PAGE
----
‘Now at Lystra there was a man sitting, who could not use his feet; he was a cripple from birth, who had never walked. He listened to Paul speaking; and Paul, looking intently at him and seeing that he had faith to be made well, said in a loud voice, “Stand upright on your feet.” And he sprang up and walked. And when the crowds saw what Paul had done, they lifted up their voices, saying in Lycaonian, “The gods have come down to us in the likeness of men!” Barnabas they called Zeus, and Paul, because he was the chief speaker, they called Hermes. And the priest of Zeus, whose temple was in front of the city, brought oxen and garlands to the gates and wanted to offer sacrifice with the people. But when the apostles Barnabas and Paul heard of it, they tore their garments and rushed out among the multitude, crying, “Men, why are you doing this? We also are men, of like nature with you, and bring you good news, that you should turn from these vain things to a living God who made the heaven and the earth and the sea and all that is in them. In past generations he allowed all the nations to walk in their own ways; yet he did not leave himself without witness, for he did good and gave you from heaven rains and fruitful seasons, satisfying your hearts with food and gladness.” With these words they scarcely restrained the people from offering sacrifice to them.’
- Acts 14
Often, when we look back at early Christian theology we lose sense of just how long it was before the Church had its first Ecumenical Council because of the pivotal role the Council of Nicaea plays in defining orthodoxy. But the council took place in 325 AD, and if we collect all the different theological solutions that were offered to solve the problem of how Jesus Christ was divine in the three previous centuries, we are confronted by a bewildering array of ideas that are so variable and numerous that examining them without some sort of order is more likely to obfuscate the issue and confuse us than clarify it and illuminate us. Compounding this problem, to understand the development of Christian thought of the Ante-Nicene era requires us to at least have a basic understanding of the social and philosophical environment of the Roman world of the time.
Religious belief in the Roman Empire was diverse, ranging from sophisticated to simplistic, and the Romans were historically tolerant of the beliefs of others as long as they supported the empire politically and did not offend Roman measures of decency. The rather boring Roman religion became more textured and complex as the Roman Empire expanded its borders, especially influenced by the sophistication and wealth of Greek literature and its pantheon, and it was also accompanied by the numerous other exotic deities of the Egyptians, Syrians, and other conquered lands. The exalted Graeco-Roman gods, the stately patrons of the empire that charmed the Roman intellectuals and the upper class, existed alongside the mystery religions and their secret rites that the middle and lower classes were devoted to. Religion was as pervasive as it was diverse, and sacrifices were made to the gods not only as public celebrations but were also part of the public duties of civil servants–the Senate opened their deliberations by burning incense at the Altar of Victory located within the Curia. It was in such a world that Christianity began its existence, and in such a pagan world that it grew and developed.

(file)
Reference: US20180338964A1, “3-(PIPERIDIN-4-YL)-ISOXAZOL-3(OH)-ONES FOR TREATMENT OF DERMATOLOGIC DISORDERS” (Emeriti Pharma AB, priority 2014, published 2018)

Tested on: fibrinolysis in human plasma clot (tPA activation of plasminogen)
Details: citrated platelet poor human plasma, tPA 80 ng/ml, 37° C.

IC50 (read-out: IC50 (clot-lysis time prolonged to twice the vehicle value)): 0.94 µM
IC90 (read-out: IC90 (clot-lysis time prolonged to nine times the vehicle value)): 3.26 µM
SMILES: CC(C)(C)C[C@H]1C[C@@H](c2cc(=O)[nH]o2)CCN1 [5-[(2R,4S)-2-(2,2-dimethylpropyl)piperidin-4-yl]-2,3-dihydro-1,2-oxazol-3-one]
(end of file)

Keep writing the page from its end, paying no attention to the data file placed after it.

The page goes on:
The early Christians appealed to the same demographic that was devoted to the mystery religions. Christians too had their own secret rites in baptism and the Eucharist (sacramentum; mysterion), and they organized themselves and supported their clerics voluntarily, just as the exotic mystery cults did. But what made the Christians stand out, and what caused the empire to quickly regard this nascent faith with such suspicion, is that the Christians absolutely refused to worship the gods of their neighbours and would not participate in any of the public rites the Romans thought were necessary to maintaining divine favour for their communities and the empire at large. Many of them also refused to serve in the military and civic offices. The Christians quickly earned the reputation of being subversive enemies of social custom and natural order, and for their refusal to worship the traditional gods they were regarded as atheists by the empire. But for all these suspicions Christianity attracted many because the Christians were profoundly cosmopolitan and egalitarian–they took care of not only their own but also strangers. This Christian religion proved its resilience repeatedly, not only persevering through numerous persecutions, but growing despite them. The last pagan Roman emperor, the philosopher-king Julian the Apostate (331-363 AD), begrudgingly acknowledged this quality of the Christians in the midst of his failed attempt to restore paganism in the empire after Constantine I legalized Christianity: